In other words, this polyester leather is a perfect substrate for .25 micron and smaller sized sprays. I’ve experimented with the .25 micron (~64,000 grit, 250 nanometer), .1 micron ( ~160,000 grit, 100 nanometer), and .025 micron ( ~640,000 grit, 25 nanometer). These are available in PCD and CBN. The diamond seems to stay sharp longer (because of the shape and hardness?), cuts a bit faster, though is more expensive. The .25 micron is pretty close to the .5 micron CrO2 I usually use, and though it does cut quicker and lasts longer, it seems an unnecessary expense. Waxy pastes don’t apply or stick well to polyester leather.
In terms of initial cutting performance and cutting edge longevity, I can’t really tell much, if any, difference between blades stropped with the .1 micron or .025 micron. Even so, the idea of a one fortieth of a micron edge does have an almost irrational appeal, but is it just a placebo effect? Also theoretically, the smaller the grit progression in your sharpening sequence, the finer the cutting edge, and the faster you get there. But everyone has to decide for themselves if the trade off in time spent sharpening is worth the final result.
Diamond compounds are expensive, but once they are loaded onto the polyester leather they last for a long time. In my experiments, I’ve used a single polyester leather strop loaded with .1 micron for over 100 knives without recharging, and it isn’t dead yet.
I’m a convert to this new sequence. It really doesn’t take much additional time, and the resulting edge is better. All the knives I make now follow a 80, 40, 15, 5, 1, .3 micron sharpening sequence, and a .1 micron stropping. When I am paring leather for my own projects, I do a two stage stropping sequence to keep the knife sharp. First, a .5 micron CrO2 on horse butt followed by .1 micron PCD on polyester leather. Once the edge becomes too obtuse, then it is time to resharpen.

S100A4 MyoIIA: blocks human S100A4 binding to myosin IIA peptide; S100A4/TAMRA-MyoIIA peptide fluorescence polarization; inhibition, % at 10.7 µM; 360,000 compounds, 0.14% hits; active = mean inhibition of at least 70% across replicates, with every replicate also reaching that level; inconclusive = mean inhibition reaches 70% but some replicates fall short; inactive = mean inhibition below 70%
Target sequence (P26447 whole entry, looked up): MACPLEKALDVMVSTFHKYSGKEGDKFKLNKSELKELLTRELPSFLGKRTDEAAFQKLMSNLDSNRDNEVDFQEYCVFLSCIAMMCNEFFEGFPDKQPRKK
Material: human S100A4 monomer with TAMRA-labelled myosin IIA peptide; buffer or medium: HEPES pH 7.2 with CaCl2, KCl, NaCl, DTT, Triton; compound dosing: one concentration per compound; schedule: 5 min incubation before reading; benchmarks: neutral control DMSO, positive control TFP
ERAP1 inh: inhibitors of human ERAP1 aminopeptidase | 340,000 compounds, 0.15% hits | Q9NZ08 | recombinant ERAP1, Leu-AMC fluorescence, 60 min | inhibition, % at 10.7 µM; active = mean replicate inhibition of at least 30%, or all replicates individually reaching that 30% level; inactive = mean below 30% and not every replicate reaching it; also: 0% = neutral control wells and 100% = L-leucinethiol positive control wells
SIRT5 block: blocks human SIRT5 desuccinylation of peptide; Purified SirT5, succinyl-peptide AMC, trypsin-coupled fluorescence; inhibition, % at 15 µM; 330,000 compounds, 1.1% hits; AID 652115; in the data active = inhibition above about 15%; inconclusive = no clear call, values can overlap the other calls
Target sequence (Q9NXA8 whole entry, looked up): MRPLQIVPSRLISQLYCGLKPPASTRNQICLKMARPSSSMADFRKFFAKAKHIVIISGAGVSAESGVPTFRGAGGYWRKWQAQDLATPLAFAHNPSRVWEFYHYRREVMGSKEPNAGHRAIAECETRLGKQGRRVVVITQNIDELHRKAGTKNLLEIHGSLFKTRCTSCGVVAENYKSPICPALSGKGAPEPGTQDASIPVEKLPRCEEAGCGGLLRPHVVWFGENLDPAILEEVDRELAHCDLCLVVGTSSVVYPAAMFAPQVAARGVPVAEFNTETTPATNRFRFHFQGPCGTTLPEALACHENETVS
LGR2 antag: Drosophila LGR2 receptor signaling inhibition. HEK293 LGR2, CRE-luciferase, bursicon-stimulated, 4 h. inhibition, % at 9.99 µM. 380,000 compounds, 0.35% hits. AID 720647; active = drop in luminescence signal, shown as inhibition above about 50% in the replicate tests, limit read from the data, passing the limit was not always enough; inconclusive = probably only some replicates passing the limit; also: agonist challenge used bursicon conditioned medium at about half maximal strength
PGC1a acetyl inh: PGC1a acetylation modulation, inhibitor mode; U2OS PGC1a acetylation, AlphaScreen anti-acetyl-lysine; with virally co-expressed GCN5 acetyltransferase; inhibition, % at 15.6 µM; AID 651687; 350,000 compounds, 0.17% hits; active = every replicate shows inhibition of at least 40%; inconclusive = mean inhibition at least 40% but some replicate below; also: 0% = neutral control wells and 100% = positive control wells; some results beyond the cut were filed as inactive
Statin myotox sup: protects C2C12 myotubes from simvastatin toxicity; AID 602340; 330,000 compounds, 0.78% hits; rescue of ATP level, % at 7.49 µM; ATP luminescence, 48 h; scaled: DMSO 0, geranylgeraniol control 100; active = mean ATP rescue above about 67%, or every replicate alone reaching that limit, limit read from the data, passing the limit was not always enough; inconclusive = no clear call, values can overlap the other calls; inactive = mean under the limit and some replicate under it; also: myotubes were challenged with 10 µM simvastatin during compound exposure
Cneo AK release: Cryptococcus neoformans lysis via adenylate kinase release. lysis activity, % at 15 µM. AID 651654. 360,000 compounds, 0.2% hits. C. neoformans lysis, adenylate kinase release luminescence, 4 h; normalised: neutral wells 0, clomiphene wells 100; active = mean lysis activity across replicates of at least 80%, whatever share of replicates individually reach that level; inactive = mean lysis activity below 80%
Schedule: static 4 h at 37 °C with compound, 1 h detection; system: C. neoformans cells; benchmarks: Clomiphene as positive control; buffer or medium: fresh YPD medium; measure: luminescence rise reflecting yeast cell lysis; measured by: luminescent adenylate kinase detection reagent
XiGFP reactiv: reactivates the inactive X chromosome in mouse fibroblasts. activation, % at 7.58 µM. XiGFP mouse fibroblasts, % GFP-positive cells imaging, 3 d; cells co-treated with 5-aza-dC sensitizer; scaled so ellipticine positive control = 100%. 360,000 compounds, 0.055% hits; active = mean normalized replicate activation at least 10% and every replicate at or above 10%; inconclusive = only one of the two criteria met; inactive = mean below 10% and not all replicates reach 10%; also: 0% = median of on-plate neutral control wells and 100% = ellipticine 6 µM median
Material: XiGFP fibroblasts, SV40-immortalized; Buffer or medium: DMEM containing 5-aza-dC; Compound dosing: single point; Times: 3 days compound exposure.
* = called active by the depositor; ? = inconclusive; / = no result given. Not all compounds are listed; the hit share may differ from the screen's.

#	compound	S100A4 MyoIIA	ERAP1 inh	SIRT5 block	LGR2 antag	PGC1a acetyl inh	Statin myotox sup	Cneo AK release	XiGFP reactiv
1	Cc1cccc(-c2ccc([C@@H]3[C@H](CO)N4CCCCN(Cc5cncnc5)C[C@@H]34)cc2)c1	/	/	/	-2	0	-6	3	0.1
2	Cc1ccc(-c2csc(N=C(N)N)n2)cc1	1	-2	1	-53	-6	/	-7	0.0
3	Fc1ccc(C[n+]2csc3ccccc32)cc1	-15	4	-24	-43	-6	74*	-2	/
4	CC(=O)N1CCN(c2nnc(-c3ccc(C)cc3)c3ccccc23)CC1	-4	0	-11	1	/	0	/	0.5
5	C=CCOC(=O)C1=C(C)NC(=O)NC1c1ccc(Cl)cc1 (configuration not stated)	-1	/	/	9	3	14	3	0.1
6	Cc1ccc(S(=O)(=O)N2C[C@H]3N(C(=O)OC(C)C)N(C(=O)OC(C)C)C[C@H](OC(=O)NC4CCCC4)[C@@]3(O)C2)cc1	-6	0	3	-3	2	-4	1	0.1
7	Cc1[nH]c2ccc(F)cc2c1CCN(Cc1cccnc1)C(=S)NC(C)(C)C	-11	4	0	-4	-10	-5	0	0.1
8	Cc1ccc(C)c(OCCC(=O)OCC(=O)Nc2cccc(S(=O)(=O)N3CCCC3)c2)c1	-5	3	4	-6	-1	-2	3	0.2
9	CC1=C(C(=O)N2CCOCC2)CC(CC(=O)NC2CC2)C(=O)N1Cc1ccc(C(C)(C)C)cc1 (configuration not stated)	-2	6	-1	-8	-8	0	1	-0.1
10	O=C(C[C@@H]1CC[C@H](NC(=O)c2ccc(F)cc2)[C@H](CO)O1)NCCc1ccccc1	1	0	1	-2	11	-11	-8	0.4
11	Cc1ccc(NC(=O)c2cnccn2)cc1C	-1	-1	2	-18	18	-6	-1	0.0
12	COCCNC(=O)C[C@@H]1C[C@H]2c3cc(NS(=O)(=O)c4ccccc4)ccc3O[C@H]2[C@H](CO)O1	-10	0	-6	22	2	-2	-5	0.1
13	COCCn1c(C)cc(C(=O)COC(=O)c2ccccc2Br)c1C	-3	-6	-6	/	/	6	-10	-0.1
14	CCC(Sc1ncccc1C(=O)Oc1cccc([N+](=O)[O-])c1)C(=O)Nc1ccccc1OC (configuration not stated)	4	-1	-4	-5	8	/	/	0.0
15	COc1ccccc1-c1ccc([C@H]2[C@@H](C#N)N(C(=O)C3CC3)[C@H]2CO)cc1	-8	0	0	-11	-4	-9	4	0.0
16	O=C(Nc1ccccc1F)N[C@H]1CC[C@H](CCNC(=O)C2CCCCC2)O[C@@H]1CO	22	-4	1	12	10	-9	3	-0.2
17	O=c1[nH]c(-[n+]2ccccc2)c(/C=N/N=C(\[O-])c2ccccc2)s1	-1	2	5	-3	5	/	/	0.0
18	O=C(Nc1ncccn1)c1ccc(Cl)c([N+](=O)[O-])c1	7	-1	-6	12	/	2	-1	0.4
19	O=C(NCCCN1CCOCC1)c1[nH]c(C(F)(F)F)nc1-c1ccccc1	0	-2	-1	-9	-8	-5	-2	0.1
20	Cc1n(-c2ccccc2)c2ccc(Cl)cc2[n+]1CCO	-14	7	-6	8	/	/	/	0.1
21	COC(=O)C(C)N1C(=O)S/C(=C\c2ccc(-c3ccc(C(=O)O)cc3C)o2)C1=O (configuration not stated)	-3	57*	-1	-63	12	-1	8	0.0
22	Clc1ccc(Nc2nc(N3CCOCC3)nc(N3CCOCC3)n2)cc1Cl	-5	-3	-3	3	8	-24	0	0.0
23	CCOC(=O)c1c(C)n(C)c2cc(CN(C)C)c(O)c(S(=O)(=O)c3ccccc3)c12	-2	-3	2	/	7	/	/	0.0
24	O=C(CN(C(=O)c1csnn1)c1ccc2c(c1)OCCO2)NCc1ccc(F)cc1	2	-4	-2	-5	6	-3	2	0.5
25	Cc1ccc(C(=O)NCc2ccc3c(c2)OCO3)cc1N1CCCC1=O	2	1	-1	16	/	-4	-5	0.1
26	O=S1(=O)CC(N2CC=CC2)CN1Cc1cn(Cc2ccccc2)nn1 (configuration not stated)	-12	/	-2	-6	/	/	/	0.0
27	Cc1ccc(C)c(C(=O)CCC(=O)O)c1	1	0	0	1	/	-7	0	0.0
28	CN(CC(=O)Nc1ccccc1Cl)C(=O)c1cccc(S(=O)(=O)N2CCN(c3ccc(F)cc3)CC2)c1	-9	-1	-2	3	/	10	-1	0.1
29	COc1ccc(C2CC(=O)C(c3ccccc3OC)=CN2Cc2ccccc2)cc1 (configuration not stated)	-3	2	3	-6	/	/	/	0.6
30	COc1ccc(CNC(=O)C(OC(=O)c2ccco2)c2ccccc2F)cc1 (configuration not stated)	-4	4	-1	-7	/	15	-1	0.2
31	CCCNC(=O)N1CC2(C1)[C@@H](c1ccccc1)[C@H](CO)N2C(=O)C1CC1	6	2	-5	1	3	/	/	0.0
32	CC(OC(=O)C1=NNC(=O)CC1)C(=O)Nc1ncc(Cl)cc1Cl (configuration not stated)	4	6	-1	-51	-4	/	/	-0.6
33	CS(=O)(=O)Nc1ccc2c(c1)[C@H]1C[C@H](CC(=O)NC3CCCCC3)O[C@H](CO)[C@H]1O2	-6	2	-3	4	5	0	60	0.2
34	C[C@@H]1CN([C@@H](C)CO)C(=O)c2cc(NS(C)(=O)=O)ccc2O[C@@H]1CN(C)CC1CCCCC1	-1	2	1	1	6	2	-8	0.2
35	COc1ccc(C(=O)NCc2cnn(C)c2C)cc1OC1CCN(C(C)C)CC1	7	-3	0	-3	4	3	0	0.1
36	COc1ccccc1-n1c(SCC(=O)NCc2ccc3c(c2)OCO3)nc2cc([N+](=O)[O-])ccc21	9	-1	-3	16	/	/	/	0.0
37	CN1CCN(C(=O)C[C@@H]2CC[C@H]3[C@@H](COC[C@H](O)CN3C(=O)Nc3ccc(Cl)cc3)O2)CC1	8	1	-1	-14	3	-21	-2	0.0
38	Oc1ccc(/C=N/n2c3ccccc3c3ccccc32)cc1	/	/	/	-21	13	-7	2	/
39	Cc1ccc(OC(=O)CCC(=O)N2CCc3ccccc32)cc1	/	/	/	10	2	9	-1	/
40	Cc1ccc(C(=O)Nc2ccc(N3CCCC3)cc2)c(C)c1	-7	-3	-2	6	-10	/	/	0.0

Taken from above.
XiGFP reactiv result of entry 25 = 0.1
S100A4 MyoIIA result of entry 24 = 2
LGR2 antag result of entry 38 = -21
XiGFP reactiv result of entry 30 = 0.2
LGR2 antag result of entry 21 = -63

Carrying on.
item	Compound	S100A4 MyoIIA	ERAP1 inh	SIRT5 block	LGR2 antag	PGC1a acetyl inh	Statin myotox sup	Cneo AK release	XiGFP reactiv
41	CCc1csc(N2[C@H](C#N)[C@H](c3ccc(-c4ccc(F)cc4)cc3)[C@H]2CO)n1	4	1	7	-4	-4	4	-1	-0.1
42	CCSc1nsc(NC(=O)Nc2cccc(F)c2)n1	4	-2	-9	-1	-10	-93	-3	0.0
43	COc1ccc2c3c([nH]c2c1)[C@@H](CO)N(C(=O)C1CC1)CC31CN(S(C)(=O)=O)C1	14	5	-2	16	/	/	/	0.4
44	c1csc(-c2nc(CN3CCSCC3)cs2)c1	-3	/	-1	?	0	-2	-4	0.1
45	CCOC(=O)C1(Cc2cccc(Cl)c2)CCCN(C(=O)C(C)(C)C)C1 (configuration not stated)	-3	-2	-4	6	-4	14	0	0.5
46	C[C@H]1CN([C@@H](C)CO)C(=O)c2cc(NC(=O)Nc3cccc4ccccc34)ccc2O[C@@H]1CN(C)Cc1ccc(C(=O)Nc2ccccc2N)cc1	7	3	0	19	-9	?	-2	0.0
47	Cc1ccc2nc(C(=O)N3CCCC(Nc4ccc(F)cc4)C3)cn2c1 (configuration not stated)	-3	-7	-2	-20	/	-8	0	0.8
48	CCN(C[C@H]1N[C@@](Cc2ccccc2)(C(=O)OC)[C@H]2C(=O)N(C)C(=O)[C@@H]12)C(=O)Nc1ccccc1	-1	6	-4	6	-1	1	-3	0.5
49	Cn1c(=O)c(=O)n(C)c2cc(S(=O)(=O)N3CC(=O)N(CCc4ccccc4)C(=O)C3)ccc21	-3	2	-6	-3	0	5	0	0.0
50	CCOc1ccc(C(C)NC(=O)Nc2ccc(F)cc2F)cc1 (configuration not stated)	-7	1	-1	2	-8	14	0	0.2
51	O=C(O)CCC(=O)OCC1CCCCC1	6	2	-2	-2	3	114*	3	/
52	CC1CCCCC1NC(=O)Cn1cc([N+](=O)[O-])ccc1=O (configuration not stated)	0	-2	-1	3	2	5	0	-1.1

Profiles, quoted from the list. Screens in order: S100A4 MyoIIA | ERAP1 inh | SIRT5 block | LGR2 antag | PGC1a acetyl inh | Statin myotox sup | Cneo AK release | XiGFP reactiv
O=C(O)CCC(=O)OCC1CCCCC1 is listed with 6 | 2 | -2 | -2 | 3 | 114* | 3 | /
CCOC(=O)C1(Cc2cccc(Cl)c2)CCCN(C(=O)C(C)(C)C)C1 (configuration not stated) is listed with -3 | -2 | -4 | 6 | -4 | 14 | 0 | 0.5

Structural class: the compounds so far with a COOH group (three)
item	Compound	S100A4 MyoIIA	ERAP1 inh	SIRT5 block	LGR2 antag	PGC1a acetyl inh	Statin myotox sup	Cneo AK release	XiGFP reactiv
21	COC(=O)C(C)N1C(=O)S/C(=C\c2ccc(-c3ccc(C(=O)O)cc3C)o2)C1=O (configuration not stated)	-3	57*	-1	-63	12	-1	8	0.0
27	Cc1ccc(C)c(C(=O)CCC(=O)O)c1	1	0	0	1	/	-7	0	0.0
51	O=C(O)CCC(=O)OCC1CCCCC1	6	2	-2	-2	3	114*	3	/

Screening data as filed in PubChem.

Choose your poison and treat yourself to a sharpest knife you’ve ever experienced for this Christmas!
The Superstrop has a half inch thick cast acrylic core, which is the flattest plastic available, as well as being very dimensionally stable. Flesh side horse butt is mounted on one side and flesh side polyester ultra-microfiber leather on the other. The strop has a nice heft, about 14 ounces, so it doesn’t move around on the bench while stropping. The polyester leather comes loaded with .1 micron Poly Crystalline Diamond (PCD) compound, which should last a very long time. Sub-micron diamond replacement sprays are readily available. Replacement PSA horse butt and PSA Polyester leather is also available. When working, I like to use the .5 micron Chromium Oxide (CrO2) honing compound on the horse butt, wipe off the knife to prevent grit contamination, then finish with the .1 micron PCD. Also available with polyester leather on both sides, loaded with .1 and .025 micron PCD.
3M PSA FILM, ONE AND .3 MICRON.
3M finishing films.1 micron is lime green and .3 micron is white.